Morels: The Hunt 2, an intensely chill game about gathering mushrooms and taking pictures of animals, is my unexpected new obsession

To put it politely, I was a little dubious when I received an email for the upcoming launch of Morels: The Hunt 2. A game about hunting... mushrooms? Seriously? And a sequel at that, indicating that somebody had done this once already and then decided for some reason it was worth making another one? Really?

But I was also curious—the whole premise was so bizarre that I couldn't help myself—and I quickly discovered that not only is Morels: The Hunt 2 not a joke, it's actually pretty damn good. It is, quite literally, a game about wandering around in the woods in search of mushrooms, but there's a lot more to it than I expected: Fungus galore, yes, but also dozens of animals to track and photograph (including a few that may not actually exist), seven increasingly exotic locales to explore, at least one of which is underwater, and some unexpected surprises.

Morels: The Hunt 2 is the creation of Abrams Studios, a team of three brothers—Wes, Derek, and Jason—who have been avid mushroom hunters since they were children. "We still do it every year," Wes Abrams told me in a recent chat. "We always take photos of the animals and nature while we are hunting. This is basically how the game came about."

The brothers were also "pretty big gamers" when they were young, playing Mario Kart, Sonic, Madden, and all the usual suspects. Abrams said he fell away from it as he got older, and ironically it was his passion for mushroom hunting that pulled him back in.

"In real life, morel mushrooms only are out for a few weeks of the year," he said. "After the season was over, we would have to wait a whole year to hunt them again. We started to make the game at first just for ourselves so we could hunt morels all year long."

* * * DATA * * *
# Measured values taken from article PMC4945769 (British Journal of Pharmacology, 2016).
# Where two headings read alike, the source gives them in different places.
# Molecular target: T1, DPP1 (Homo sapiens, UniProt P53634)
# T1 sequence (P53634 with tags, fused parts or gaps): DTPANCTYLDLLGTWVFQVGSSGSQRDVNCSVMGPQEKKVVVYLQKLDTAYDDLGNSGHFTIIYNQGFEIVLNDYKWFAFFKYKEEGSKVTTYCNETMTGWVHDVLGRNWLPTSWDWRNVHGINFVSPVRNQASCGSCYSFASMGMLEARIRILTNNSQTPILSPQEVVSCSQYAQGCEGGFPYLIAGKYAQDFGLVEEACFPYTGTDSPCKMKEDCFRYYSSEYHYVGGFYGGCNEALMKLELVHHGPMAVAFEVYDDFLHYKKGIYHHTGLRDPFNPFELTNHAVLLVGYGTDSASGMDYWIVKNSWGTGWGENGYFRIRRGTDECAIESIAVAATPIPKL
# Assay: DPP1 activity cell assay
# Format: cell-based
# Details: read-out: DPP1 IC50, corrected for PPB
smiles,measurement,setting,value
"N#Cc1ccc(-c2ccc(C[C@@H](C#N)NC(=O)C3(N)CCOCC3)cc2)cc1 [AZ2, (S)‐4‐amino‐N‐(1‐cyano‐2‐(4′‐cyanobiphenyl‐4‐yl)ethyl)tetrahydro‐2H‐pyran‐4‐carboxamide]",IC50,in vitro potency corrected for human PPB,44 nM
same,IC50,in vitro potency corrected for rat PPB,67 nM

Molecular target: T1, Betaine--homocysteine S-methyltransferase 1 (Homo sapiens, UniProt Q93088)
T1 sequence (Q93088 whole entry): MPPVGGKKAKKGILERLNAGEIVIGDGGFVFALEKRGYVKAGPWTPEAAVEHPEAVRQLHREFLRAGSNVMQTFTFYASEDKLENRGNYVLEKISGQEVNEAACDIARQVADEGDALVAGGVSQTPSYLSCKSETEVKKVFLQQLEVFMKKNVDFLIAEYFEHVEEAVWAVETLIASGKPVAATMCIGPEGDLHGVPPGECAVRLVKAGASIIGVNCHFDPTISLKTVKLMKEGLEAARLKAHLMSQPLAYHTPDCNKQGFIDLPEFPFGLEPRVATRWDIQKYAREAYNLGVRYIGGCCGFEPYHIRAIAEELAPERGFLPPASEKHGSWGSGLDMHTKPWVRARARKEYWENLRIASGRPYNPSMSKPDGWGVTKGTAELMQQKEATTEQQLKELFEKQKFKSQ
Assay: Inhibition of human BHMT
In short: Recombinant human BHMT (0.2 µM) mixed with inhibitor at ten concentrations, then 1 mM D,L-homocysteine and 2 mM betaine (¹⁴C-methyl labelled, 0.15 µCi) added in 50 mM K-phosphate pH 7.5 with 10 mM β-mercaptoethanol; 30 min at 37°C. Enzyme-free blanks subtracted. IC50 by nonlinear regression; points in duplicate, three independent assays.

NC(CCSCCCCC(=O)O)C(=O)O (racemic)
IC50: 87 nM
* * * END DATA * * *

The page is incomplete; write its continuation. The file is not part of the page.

Development of the original Morels: The Hunt was mostly a hobby, the brothers working on it whenever they had a bit of time together, and it wasn't exactly a smashing success out of the gate, selling fewer than 100 copies on launch day. But Abrams said it's sold about 10,000 copies in total since its 2019 release, making it "extremely successful" in his eyes. It also opened the door to funding for a VR spinoff game, Morels: Homestead, which enabled the brothers to work together full-time for about two years.

"I think that is pretty much everyone's dream, right? Working on games with your siblings or best friends full-time," he said. "Last year things slowed down, so we aren't able to work on games full-time anymore.

"We don't make games for the money, we make games because it is something we love. We also make games about things we are passionate about. It has been a blast working on Morels 2. We have had a lot of fun with it and knowing we have a player base looking forward to the release of the game is really motivating."

Abrams said he initially expected Morels: The Hunt would mainly attract experienced mushroom hunters—who else would be interested in it?—but the opposite turned out to be true. Most of the players came to the game knowing nothing about the hobby, and it was Morels: The Hunt that inspired some of them to get out and do it in real life, which Abrams said is "fantastic." 

The brothers were also surprised by the popularity of photography in the game—some players treated it more as a wildlife photography sim than a mushroom-hunting game—which is why Morels 2 features expanded photography options and objectives.

I've spent a few hours roaming around in the game's early levels, and I've been equally surprised and impressed by the experience. The maps are relatively small, maybe the size of an average woodlot, but they're really well presented: Everything is sharp and realistic, and the lighting, particularly the way the early morning transitions into noon, is subtle but really effective. The audio is sparse, but all the sounds are generated by in-game objects, so for instance if you hear a blue jay, a squirrel, a bear, or a unicorn (I don't know what a unicorn sounds like, but they are apparently in the game), it means one is nearby—very handy when you're snapping photos.